Dear Discouraged  Parent,

You’re not alone. Parenting is difficult at times. In fact, if you’re really working at parenting, there’s rarely a season that isn’t filled with challenges.

After seeing too many parents struggle with discouragement, I felt like I needed to write this note.

Here’s the bottom line: I feel you.

None of us really feel like the most successful parent on earth. I don’t. You don’t.

Even though I have so much to be thankful for about my family, I still spend too many days wondering whether I’m missing something or not making enough progress.

There’s so much weight on your shoulders. You know what I mean:

  • Knowing you’re actually responsible for another human being
  • Navigating big challenges on less sleep than a human ever really should
  • Watching your kids go through relational challenges and not being able to fix them
  • Working so hard on one character issue only to see another one emerge instead
  • Losing your temper when you swore you’d never do it again
  • Being so focused on parenting well that your marriage suffers
  • Feeling like you’re always under a microscope
  • Not being where you thought you would be at this point in your family life
  • Uncertainty. Constant uncertainty.
  • Knowing your family isn’t perfect and wishing it would be but knowing it won’t ever be
  • Feeling let down by others
  • Letting yourself down
  • Believing other families have it easier than you do

And on and on and on it goes…

This is the side of parenting they never teach you in birthing classes.

So I want you to know something.  The discouragement you feel inside is real and coming from somewhere. Think about this and let this sink in for a while today:

“The happiest & healthiest people are those whose expectations meet reality.”

What do you do with that?

Here are four questions every discouraged parent would benefit from asking themselves:

1. What do I expect my family to give me? 

No family will ever give you ultimate peace, fulfillment, joy, purpose, or anything like that. Neither will a spouse.  If you are expecting that from being a parent or spouse, you won’t find it.

If you are constantly discouraged or frustrated about your family, it might be because you are hoping it will give you something only God can give you.

2. Who am I trying to please? 

You will never please any of your family members fully. It’s impossible because we are imperfect people & they are as well.

If you are trying to please other people every day, you will be miserable.  You can never keep up with anyone else’s expectations. And you’ll let yourself, your family and ultimately God down.

3. How honest am I being with myself & others? 

If you stuff your personal failures and missed expectations instead of dealing with them, you will either implode or explode one day. Discouragement often comes from stuffing things we should just admit and deal with.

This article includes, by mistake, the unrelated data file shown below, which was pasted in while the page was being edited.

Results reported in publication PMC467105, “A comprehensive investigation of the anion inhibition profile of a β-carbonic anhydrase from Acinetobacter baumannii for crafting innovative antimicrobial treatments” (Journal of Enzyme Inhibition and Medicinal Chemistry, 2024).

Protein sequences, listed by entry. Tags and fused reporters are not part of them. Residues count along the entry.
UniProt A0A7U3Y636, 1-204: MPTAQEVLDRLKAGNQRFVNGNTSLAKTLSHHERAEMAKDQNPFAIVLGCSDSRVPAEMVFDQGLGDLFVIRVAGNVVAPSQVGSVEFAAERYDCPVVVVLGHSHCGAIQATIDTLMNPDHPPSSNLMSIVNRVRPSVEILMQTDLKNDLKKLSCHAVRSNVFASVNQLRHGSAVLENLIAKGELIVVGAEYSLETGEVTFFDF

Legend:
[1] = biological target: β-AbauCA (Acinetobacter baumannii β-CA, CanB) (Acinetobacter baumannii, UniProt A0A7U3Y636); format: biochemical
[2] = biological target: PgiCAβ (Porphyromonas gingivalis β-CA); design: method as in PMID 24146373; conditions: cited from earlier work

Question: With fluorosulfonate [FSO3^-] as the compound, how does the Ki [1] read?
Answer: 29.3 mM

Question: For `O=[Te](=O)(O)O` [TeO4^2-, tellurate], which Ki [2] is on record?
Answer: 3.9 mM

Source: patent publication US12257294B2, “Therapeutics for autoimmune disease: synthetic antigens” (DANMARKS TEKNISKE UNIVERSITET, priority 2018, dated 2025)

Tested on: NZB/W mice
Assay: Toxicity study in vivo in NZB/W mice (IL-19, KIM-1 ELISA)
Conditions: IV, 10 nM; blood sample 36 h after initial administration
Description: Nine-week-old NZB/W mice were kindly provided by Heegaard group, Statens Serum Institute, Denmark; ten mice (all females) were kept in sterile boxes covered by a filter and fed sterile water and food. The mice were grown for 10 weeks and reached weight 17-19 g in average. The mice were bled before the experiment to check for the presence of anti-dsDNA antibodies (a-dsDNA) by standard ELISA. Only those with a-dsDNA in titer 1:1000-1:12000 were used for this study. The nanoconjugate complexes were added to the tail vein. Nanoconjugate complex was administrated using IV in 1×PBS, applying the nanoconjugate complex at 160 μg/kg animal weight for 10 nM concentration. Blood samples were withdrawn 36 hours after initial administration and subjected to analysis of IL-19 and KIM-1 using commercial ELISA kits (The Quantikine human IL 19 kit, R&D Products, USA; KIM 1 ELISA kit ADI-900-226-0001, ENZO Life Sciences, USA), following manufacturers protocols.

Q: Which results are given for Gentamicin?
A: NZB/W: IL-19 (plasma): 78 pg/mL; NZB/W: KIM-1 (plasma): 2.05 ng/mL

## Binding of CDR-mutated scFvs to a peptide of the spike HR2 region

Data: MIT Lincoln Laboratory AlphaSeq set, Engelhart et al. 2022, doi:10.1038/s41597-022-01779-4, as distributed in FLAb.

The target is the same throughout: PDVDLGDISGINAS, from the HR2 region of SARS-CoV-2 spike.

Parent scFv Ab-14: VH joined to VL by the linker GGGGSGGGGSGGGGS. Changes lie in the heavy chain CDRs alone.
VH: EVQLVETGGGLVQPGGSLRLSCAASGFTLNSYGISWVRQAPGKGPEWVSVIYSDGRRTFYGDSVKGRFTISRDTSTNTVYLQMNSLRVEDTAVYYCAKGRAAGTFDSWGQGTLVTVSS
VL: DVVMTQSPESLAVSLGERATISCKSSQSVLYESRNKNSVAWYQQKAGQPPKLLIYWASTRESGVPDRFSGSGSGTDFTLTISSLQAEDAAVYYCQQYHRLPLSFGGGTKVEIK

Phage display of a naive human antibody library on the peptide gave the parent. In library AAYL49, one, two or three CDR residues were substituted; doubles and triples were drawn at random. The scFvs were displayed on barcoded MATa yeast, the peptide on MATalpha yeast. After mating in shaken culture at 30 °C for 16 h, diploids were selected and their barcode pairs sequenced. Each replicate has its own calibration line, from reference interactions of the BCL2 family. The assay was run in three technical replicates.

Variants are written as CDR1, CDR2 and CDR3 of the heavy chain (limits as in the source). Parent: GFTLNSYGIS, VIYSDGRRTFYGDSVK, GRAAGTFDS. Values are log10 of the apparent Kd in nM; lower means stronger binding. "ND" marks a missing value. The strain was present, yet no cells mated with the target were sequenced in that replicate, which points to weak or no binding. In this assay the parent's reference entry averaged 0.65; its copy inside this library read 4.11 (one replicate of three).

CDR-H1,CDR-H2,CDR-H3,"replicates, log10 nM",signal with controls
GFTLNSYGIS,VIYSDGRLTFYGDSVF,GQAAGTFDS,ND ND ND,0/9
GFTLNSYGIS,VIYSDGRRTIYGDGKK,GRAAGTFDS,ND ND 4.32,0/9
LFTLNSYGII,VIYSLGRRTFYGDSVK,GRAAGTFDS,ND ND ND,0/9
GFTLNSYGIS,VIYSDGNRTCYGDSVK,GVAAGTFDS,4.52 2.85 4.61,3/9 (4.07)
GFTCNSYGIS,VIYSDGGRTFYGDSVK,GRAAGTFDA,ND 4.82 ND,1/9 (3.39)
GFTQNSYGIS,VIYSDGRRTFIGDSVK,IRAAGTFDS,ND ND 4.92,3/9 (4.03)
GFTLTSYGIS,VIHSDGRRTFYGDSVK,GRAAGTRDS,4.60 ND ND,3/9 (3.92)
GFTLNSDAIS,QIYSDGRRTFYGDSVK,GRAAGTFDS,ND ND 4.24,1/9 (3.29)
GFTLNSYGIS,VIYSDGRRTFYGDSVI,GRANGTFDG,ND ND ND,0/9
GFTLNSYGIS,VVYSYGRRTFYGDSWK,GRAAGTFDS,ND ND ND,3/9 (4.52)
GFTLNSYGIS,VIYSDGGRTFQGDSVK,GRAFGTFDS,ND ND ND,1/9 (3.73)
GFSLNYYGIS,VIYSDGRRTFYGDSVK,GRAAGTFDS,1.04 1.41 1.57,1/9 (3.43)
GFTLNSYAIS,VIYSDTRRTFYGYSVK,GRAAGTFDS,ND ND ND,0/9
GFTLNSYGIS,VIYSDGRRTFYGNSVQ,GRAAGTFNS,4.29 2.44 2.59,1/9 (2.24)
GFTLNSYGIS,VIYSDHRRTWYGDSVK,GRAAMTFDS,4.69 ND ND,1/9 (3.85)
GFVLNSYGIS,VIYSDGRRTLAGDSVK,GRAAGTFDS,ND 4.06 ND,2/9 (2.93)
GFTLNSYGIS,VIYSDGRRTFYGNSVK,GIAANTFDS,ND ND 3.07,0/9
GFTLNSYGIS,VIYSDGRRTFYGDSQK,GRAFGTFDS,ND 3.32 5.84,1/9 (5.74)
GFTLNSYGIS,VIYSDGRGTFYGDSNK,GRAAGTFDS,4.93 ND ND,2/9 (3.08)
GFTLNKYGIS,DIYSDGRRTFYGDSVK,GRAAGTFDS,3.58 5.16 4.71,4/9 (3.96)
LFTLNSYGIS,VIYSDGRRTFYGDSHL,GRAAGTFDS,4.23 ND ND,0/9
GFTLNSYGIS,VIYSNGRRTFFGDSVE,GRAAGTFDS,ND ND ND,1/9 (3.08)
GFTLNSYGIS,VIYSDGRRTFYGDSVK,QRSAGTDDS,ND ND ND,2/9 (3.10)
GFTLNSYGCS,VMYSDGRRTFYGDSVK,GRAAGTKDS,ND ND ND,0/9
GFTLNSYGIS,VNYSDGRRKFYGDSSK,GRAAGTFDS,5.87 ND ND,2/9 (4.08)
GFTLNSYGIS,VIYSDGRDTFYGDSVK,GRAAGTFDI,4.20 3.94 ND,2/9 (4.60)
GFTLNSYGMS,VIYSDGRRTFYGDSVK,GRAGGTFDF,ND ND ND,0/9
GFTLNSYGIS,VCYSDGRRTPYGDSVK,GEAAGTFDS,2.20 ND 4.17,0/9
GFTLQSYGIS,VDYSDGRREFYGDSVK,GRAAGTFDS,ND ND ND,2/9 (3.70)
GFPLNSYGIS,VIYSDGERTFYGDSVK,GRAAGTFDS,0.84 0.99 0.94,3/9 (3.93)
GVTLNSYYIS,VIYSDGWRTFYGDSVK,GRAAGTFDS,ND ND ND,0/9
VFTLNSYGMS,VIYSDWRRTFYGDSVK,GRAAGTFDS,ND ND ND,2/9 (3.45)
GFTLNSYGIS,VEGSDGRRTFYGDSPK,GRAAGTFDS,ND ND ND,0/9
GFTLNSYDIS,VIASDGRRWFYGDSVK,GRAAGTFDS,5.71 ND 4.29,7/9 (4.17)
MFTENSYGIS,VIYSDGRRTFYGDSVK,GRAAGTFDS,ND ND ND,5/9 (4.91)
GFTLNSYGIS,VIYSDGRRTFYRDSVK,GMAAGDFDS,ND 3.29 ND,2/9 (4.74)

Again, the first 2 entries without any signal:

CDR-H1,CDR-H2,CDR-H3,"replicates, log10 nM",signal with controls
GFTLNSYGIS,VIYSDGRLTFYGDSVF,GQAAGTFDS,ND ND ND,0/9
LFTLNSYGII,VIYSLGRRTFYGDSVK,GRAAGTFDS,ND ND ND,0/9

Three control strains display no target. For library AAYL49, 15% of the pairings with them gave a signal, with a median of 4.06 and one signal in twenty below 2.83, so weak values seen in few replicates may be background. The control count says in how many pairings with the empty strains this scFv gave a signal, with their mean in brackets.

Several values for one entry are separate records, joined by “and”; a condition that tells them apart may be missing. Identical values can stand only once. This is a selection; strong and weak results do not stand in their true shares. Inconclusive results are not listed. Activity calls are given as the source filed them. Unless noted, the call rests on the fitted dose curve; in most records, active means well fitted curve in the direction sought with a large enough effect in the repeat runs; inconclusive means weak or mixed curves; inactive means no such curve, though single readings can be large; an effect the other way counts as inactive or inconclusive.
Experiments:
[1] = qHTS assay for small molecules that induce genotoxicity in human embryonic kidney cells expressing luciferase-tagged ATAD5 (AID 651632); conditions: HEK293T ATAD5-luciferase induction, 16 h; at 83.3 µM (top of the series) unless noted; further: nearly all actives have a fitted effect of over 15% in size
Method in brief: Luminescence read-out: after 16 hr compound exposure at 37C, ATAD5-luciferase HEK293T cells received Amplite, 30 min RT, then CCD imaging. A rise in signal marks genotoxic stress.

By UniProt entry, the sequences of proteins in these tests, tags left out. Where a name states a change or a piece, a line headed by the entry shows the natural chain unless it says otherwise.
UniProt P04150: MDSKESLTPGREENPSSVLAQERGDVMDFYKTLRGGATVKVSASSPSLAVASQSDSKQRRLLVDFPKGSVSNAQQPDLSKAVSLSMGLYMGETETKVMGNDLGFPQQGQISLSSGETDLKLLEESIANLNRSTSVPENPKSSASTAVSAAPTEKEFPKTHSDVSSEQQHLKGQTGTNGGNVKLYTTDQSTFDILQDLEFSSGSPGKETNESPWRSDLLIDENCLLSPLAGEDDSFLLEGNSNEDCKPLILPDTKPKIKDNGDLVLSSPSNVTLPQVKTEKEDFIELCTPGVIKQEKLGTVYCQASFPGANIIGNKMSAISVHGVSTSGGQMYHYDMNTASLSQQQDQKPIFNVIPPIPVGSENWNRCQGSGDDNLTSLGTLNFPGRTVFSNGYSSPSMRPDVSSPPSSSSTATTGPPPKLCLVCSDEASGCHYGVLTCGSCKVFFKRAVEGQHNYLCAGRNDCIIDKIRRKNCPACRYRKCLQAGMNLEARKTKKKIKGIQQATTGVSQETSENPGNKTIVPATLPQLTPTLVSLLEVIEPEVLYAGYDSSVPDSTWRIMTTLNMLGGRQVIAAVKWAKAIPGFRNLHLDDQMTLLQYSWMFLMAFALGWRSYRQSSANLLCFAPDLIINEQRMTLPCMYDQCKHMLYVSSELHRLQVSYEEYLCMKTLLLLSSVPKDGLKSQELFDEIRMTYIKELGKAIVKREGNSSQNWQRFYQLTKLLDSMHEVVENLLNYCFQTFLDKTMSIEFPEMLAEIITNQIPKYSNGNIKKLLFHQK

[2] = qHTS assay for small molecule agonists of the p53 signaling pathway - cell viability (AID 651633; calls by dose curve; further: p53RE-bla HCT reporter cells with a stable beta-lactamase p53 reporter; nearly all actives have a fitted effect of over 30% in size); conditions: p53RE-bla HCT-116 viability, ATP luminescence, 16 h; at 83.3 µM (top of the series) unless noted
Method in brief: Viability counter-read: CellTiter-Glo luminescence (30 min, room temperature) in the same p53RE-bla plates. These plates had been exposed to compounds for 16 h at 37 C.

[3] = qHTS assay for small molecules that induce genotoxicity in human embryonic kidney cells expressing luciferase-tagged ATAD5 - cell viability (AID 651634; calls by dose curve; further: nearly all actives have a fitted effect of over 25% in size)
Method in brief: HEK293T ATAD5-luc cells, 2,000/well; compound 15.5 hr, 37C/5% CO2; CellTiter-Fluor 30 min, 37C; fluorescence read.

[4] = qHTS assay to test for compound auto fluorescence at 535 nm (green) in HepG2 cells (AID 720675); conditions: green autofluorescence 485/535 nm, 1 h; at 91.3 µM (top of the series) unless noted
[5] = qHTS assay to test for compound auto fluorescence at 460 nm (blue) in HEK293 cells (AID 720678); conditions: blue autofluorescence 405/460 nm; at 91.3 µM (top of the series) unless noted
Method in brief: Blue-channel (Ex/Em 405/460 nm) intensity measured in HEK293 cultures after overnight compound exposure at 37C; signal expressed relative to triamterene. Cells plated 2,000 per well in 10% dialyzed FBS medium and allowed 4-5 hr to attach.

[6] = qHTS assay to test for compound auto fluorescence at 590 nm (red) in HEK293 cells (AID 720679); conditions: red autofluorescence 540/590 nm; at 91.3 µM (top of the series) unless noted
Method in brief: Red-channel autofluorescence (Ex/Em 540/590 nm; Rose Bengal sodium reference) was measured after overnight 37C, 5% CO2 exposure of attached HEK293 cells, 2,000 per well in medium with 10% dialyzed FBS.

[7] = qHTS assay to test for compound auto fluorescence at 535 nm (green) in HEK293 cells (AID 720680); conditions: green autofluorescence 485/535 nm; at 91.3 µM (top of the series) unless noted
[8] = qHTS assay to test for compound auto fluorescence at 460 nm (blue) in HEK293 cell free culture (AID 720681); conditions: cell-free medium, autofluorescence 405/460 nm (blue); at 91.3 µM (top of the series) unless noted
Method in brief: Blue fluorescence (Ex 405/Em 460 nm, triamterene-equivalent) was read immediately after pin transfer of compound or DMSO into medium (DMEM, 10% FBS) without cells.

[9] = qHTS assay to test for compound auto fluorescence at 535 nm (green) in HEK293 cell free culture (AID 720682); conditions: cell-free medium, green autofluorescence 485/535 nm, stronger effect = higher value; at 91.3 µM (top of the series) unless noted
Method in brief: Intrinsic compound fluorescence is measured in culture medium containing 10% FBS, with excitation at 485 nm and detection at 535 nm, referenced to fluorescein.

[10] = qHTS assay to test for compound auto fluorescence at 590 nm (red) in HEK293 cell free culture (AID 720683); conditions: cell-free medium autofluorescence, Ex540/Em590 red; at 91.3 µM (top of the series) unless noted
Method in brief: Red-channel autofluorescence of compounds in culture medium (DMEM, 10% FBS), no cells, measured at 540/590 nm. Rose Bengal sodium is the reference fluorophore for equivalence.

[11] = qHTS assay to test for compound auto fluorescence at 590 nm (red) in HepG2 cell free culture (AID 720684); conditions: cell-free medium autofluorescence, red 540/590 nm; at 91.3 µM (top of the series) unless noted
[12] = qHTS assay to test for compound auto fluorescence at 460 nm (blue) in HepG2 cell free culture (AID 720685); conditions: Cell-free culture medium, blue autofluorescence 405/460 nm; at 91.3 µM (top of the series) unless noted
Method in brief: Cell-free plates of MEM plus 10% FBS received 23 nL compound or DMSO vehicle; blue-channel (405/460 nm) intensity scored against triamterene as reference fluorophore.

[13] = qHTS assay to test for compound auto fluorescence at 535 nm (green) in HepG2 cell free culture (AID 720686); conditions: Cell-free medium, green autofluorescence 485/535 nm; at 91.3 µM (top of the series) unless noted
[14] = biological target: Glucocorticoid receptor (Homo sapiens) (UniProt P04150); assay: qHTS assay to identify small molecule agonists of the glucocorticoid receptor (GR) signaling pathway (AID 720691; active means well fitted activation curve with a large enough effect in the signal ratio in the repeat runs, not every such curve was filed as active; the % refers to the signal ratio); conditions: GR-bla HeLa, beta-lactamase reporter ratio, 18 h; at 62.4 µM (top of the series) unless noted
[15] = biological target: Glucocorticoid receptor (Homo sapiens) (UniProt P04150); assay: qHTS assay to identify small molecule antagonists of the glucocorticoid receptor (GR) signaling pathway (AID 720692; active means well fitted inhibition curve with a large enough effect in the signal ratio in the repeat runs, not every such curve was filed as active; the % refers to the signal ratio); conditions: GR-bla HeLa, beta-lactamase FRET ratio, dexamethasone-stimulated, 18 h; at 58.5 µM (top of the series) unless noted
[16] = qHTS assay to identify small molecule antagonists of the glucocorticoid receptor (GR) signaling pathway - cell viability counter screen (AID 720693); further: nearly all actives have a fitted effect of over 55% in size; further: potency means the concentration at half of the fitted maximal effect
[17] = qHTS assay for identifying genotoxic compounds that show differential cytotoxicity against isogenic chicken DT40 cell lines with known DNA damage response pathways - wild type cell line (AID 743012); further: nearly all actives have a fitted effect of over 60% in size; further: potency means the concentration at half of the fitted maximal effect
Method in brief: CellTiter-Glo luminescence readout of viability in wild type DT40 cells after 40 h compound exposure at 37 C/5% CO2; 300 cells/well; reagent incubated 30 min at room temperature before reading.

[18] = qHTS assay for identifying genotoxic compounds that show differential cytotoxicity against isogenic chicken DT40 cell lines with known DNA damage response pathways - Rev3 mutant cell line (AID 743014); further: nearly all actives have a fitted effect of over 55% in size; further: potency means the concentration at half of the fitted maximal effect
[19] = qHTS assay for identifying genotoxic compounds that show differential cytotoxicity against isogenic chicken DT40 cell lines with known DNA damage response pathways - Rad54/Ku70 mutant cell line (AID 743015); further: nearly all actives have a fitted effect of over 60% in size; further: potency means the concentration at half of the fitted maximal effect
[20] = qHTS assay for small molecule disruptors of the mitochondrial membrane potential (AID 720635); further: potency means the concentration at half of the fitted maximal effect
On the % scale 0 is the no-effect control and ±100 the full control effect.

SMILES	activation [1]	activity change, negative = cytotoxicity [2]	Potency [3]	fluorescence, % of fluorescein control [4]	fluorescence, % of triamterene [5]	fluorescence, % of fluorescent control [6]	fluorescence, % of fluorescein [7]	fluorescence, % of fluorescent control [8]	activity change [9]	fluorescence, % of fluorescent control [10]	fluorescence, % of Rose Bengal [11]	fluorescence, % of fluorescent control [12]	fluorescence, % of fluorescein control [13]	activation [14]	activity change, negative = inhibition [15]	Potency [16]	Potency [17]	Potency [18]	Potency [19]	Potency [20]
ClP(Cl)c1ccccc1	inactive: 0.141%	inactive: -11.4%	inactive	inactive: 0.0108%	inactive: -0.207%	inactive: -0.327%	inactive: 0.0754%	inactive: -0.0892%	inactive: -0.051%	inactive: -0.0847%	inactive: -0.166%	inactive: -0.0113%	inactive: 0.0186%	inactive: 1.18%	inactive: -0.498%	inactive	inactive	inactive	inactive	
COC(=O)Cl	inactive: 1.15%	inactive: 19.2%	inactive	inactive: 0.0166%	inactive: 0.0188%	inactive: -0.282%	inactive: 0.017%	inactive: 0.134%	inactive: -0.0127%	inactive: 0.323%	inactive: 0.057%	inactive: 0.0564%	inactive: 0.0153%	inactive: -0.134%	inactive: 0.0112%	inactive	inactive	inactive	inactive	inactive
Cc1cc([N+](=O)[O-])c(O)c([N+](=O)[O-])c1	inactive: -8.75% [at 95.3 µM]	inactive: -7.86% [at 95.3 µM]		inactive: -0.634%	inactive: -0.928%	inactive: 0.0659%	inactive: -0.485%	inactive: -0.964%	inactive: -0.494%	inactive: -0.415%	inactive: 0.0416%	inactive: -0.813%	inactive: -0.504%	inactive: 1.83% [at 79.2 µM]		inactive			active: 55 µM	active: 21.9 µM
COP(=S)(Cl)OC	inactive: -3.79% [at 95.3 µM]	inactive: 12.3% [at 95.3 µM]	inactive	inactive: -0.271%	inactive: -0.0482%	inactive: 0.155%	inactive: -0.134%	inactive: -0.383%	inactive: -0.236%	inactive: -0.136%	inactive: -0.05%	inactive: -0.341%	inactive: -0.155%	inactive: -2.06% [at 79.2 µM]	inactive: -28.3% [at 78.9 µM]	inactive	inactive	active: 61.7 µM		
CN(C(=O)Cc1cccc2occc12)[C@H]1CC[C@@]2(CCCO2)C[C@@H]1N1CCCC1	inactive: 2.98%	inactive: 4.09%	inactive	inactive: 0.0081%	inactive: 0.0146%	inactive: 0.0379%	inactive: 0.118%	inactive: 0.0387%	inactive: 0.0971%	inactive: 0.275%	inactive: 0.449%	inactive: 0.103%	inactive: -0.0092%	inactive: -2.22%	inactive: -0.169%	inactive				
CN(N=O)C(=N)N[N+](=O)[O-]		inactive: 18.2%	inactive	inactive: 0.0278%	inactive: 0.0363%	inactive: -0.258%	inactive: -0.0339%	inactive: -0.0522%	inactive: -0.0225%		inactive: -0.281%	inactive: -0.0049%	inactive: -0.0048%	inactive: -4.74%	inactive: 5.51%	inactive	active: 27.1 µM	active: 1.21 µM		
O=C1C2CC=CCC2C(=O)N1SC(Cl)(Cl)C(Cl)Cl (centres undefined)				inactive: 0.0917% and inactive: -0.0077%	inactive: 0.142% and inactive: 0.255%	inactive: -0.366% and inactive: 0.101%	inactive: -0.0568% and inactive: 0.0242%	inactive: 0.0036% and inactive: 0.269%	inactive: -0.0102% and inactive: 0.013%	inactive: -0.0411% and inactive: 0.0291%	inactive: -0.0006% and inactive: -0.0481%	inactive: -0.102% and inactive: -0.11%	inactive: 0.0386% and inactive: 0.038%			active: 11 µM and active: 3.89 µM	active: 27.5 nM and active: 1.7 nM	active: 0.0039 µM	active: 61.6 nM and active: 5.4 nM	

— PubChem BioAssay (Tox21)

If you have a problem with another person, be completely honest about it.  If you are mad at somebody, tell someone (if they’re an adult or old enough….tell them).

If somebody let you down, let them know.  If you have let yourself down, tell a friend.

Lying and pretending leads to misery.  Just say it. I have done this numerous times, and it’s terrible at first, but so freeing in the end. And you know what? Much of the time you end up saving the relationship.  I don’t know where my family would be if I hadn’t practiced this. 

4. What lie am I believing? 

Gurus make it seem so easy don’t they? Go to their conference or buy their book and all your problems disappear. Did you ever buy into that lie at some point?

Chances are you thought being a parent would be easier. Well, that’s just a lie.  If you identify the lie you are believing, you will crush some of the discouragement.  The lie that marketers sell you about family is really killing your spirit. Even if you look in the Bible, you’ll discover that relationships are rarely easy.

Your discouragement isn’t just discouragement.  It’s a symptom of something deeper going on.  If you want to create a healthy culture in your family, you can’t live mad all the time.  You can’t be frustrated 24/7.  Take a step today and answer these questions honestly.

I believe it will help you beat your discouragement and get back on the growth track.

So tell me, have you ever been discouraged as a parent or (or am I the only one?). 

How have you dealt with it, healthily or otherwise?

P.S. The problem of discouragement isn’t unique to parents. I’ve adapted this letter from a post my good friend Casey Graham wrote to discouraged business owners.  I also adapted a version to church leaders on my personal blog. Seems parents,  leaders, business owners might have a lot in common.